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- Catalog Record: Kol shire R' Shemuʾel ha-Nagid : ʻarukhim ṿe-sidurim | HathiTrust Digital Library
Category: Religion. Publisher: Vearsa Gefen Publishing House. For more information, click here. Synopsis Shmuel Hanagid, poet, rabbi, Talmudic scholar, statesman, general and bon vivant was born in Cordoba, Spain, in C. Settling in the city-state of Granada, he rose through its court life to become Grand Vizier and chief military commander. For years he led Granada's army into the field against its foes.
Hanagid was the first major medieval Hebrew poet and the first to write on secular as well as religious themes. Often autobiographical, his poems are about such subjects as God, nature, friendship, love of both sexes , wine, war, death, and the pains of growing old.
Across a thousand years, subtle but passionately bold, they retain the capacity to startle and delight. The cold days come.
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So, my friends, come to me now. See the clouds get fat with rain. See the frost and the hearths fire,.
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Come and drink a glass and then again. Av, Elul and Tishrei are the Hebrew summer months. Home De uitgeverij Bestellen wat leest u Contact.
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Interview 2. Like many biographers, Halkin occasionally goes on to treat such conjectures as though they were established facts, though on the whole he is circumspect in building a picture of the life from the existing evidence.
Spanish Jews were on occasion subject to murderous pogroms, and though they drew from the riches of Arabic culture, the Muslims among whom they lived generally despised them. This attitude was richly reciprocated. Yehuda Halevi abounds in brilliant translations of the poems, and Halkin has clearly taken great pleasure in producing them. He has an apt sense for which are the finest poems. Such translation needs to be accompanied by commentary, and Halkin is consistently good in performing this task.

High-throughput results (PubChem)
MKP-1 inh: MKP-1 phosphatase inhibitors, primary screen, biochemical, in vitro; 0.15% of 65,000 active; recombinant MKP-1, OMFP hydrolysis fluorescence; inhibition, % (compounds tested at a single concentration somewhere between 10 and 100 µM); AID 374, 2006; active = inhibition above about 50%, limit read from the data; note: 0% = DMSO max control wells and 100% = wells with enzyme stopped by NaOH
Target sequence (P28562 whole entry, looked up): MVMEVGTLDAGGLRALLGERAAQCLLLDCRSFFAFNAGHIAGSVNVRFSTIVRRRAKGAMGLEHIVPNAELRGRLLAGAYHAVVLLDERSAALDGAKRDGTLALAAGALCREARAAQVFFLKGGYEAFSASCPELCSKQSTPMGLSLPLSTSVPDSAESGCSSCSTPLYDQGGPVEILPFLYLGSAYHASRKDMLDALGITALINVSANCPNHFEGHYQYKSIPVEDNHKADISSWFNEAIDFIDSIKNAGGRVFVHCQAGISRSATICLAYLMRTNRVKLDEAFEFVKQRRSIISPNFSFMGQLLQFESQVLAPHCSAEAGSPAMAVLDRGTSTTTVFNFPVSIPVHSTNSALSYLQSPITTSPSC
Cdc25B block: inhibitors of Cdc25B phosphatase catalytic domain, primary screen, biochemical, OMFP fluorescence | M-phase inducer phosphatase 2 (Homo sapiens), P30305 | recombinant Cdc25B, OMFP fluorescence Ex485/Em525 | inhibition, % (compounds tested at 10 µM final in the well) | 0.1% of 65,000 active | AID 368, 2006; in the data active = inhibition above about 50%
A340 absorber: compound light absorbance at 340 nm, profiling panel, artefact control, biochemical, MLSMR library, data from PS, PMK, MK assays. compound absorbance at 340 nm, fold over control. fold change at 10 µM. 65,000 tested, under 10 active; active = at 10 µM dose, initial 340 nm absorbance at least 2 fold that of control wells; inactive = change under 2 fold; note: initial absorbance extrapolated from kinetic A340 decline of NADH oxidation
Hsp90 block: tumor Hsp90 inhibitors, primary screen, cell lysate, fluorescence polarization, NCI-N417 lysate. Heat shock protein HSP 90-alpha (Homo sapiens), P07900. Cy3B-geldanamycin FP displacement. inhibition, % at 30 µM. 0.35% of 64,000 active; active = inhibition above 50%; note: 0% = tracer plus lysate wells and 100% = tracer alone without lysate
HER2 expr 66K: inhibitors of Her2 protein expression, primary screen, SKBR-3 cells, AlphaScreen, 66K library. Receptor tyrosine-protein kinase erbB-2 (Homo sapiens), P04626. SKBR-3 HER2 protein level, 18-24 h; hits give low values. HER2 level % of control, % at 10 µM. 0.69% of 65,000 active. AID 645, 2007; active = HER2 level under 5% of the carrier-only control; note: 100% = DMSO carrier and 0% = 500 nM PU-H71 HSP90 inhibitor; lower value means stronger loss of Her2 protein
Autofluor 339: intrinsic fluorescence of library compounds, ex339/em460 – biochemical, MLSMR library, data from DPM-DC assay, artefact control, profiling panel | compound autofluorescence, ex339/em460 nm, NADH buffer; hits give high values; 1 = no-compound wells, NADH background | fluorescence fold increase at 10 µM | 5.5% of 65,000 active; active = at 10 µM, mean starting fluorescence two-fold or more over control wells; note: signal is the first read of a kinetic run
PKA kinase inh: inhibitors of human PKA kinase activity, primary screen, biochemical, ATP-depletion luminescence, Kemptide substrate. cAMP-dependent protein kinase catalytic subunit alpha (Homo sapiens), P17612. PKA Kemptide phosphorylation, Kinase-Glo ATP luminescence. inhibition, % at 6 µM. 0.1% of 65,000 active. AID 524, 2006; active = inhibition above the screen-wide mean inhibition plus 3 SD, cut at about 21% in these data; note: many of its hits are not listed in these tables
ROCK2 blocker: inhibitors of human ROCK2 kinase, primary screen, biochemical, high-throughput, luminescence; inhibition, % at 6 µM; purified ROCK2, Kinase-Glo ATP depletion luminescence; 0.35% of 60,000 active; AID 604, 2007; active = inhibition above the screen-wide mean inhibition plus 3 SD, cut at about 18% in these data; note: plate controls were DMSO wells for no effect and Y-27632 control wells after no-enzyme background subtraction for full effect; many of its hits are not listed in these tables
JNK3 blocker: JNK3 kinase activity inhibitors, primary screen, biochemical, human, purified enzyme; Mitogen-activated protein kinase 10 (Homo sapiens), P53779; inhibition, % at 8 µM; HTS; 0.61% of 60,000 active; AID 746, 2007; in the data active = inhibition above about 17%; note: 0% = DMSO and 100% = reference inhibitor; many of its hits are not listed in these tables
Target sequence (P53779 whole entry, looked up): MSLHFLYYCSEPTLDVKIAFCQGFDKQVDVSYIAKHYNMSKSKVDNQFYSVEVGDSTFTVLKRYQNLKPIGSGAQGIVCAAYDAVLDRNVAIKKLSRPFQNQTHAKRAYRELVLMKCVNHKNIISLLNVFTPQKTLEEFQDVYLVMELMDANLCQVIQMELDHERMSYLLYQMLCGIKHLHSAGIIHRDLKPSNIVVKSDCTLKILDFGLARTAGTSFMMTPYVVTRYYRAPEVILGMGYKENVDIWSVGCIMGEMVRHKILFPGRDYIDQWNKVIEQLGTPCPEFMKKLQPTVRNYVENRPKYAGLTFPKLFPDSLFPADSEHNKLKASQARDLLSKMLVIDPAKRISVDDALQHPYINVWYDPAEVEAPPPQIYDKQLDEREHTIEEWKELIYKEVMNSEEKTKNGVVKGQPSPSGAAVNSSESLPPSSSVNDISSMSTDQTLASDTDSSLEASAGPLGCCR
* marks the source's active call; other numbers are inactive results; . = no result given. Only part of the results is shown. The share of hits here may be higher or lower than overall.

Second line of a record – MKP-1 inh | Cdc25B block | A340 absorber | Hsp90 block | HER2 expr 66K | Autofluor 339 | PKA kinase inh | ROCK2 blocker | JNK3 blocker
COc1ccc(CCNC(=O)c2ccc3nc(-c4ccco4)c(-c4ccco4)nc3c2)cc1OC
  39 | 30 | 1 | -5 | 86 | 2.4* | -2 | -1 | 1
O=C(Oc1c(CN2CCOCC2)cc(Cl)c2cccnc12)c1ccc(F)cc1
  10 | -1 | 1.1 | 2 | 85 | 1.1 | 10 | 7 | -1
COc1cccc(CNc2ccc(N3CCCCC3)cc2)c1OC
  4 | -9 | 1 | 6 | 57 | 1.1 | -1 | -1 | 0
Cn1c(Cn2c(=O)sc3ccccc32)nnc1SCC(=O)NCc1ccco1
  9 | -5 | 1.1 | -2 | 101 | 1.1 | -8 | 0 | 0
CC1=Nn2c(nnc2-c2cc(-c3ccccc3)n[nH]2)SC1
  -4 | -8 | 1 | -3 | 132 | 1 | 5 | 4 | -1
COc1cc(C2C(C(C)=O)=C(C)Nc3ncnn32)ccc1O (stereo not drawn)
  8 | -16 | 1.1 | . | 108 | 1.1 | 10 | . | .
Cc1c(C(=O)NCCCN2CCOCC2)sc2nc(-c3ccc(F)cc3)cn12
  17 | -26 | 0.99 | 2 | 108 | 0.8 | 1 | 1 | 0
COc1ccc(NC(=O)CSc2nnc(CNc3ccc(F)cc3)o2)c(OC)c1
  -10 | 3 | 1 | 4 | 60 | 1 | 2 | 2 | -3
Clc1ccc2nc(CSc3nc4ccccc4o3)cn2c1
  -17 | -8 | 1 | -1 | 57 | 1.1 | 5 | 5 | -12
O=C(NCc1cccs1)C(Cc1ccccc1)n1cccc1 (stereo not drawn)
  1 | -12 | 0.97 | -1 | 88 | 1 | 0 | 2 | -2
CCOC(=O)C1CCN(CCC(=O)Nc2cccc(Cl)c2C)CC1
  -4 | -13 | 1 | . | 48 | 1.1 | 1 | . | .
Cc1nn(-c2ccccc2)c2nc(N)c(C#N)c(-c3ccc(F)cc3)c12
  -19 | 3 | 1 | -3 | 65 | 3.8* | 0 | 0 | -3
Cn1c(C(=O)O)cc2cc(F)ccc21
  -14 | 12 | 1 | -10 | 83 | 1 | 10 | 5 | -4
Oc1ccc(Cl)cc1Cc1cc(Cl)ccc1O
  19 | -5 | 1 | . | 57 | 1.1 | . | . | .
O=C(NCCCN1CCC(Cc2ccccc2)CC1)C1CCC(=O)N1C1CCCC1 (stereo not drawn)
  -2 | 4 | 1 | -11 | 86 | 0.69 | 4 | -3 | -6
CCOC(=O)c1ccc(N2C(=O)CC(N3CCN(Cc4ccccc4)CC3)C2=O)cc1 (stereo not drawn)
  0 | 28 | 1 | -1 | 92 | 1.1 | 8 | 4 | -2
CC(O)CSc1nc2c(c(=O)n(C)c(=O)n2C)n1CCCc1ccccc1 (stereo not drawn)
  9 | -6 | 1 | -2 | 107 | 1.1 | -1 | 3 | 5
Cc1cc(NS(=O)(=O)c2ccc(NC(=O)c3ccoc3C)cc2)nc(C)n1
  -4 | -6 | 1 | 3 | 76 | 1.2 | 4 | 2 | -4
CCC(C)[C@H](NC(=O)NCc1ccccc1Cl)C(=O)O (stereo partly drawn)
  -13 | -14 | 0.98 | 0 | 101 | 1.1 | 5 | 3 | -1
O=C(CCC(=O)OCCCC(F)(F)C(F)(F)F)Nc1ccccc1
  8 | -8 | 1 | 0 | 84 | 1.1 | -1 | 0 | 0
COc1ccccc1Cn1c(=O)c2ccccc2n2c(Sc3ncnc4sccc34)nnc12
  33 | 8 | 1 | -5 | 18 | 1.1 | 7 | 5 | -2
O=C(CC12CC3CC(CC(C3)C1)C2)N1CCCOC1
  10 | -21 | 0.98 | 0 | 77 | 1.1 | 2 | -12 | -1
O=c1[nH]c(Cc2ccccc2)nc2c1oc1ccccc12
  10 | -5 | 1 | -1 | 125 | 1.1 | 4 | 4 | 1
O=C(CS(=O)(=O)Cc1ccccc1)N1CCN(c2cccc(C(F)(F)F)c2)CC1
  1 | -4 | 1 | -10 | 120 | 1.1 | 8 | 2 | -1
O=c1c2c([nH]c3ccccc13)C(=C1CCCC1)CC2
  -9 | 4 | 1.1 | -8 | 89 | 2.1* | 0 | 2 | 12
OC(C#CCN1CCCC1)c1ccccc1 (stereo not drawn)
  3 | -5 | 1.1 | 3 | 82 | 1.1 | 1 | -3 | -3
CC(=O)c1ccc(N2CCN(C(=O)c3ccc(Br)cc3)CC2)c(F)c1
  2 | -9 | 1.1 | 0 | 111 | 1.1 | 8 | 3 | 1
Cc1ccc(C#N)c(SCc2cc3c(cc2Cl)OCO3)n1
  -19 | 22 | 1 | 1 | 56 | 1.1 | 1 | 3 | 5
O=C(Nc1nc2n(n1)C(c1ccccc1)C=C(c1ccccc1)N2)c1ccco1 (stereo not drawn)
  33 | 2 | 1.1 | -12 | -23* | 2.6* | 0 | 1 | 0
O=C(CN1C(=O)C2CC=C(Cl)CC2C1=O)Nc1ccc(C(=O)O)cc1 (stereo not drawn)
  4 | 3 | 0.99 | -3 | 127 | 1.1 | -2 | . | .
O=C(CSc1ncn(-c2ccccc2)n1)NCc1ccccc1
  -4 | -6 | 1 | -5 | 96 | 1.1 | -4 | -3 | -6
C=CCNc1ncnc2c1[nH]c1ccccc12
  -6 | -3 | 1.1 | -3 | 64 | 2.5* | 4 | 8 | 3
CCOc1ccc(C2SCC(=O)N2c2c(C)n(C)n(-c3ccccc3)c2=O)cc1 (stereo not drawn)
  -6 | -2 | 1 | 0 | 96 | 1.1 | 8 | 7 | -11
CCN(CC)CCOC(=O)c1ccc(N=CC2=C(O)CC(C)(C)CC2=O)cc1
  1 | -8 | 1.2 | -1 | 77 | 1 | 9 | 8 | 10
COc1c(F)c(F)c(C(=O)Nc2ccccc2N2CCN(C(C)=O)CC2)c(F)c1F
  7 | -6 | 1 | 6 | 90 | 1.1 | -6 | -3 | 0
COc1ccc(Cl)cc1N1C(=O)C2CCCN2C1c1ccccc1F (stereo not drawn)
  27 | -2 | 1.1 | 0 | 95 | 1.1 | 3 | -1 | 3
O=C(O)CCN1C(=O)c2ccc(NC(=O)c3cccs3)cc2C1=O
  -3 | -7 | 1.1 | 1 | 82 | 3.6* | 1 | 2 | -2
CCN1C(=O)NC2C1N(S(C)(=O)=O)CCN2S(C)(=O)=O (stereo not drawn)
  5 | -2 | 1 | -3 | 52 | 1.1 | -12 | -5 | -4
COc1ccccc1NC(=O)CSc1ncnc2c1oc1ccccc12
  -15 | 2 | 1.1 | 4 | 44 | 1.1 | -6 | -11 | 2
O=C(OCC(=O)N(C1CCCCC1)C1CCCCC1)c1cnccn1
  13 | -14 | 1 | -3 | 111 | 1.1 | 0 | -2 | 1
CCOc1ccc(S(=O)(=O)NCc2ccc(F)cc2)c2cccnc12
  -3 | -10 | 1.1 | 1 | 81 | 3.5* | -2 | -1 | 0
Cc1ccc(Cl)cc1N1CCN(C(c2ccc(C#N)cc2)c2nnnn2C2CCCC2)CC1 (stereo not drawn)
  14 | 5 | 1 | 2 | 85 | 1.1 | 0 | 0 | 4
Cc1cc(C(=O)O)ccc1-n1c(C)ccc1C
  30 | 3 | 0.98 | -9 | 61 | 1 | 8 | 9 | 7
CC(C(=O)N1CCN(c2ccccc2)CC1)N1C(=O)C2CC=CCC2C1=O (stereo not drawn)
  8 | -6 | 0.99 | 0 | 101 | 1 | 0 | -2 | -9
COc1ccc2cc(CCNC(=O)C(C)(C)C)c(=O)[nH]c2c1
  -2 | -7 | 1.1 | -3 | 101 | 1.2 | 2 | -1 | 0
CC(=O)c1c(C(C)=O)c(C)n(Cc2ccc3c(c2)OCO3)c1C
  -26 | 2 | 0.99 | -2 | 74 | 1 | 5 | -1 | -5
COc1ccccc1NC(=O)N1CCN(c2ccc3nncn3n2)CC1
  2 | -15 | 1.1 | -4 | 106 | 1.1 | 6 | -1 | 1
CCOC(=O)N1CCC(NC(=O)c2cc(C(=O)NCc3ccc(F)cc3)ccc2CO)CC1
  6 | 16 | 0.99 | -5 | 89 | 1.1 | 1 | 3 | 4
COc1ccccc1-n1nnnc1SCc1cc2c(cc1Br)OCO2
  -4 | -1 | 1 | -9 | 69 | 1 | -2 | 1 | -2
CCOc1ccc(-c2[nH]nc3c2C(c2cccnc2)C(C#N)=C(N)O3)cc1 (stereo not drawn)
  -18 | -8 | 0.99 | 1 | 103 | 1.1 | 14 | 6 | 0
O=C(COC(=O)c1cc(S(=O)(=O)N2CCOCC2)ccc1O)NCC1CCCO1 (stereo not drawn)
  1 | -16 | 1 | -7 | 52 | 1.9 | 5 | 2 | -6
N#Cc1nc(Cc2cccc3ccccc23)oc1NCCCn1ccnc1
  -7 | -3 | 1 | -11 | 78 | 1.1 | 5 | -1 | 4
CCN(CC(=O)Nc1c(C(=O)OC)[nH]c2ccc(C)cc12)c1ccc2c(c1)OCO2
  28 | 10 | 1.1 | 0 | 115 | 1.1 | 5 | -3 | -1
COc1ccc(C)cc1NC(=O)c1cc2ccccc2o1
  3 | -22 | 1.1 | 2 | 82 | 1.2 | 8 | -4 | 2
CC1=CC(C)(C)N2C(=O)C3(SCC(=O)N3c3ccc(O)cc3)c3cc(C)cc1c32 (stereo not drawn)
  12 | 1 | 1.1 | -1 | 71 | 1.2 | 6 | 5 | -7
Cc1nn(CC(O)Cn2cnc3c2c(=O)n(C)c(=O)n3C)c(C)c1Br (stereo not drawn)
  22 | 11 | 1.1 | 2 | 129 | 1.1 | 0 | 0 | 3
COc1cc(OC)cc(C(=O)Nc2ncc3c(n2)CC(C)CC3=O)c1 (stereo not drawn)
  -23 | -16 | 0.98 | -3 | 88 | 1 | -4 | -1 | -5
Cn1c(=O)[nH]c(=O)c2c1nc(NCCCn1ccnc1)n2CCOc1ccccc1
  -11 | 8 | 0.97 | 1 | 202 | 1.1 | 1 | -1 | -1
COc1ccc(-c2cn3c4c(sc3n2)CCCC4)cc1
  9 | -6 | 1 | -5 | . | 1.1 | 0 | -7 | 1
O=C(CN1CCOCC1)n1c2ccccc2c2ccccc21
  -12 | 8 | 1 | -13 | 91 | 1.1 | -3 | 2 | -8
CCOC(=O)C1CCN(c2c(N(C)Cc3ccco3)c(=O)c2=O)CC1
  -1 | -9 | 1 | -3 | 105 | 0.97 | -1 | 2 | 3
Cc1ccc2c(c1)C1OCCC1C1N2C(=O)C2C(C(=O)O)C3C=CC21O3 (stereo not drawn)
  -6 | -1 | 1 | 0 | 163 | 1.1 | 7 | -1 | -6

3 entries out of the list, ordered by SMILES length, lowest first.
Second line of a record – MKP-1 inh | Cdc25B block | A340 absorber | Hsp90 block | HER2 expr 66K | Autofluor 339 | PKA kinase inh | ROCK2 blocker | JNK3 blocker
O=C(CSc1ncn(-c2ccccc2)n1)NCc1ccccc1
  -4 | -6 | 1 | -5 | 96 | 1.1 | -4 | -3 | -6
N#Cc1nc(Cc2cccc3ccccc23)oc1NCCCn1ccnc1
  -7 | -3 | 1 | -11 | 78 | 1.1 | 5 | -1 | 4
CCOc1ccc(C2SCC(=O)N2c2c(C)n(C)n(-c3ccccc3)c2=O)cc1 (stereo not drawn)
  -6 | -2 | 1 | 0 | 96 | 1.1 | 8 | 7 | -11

The discussion of the poems is also quite helpful to the English reader in identifying many of the subtle and telling allusions to biblical texts. I noticed only one slip. What life have I left when, Shaped from my soul, She makes my tears flow Like a spring from split stone? How can she be so changed, Once white as the moon, That she now wears the earth As her bridal gown, Its sod the sweets Of her wedding feast?
Bitter is my own misery, For death has come between you and me.
Catalog Record: Kol shire R' Shemuʾel ha-Nagid : ʻarukhim ṿe-sidurim | HathiTrust Digital Library
In place of the monorhyme of the original, which is virtually impossible to reproduce in English, Halkin sensibly deploys, as he does often elsewhere, an irregular pattern of slant rhymes stone-moon-gown and almost-rhymes sweets-feast. These hints of the musicality of the Hebrew reinforce the expressiveness of the English. At times, however, Halkin strains too hard for rhymes, producing odd or ungainly turns of phrase.
And yet, in this same poem, Halkin beautifully conveys the lovely force of the Hebrew in the following lines:. The mostly iambic meter of this English version works very nicely. It is not necessary for Halkin to claim, in a justification for his own use of accentual-syllabic meters, that the medieval Hebrew poems exhibit regular patterns of stressed and unstressed syllables despite their deployment of ostensibly quantitative meters.
It is perfectly true, as he says, that the adoption of quantitative verse from the Arabic was artificial because Hebrew does not intrinsically have an audible distinction between long and short vowels. But poets attuned to the Arabic meters would surely have read the Hebrew in a fashion that brought out the patterned sequences of short and long and that actually muted stress.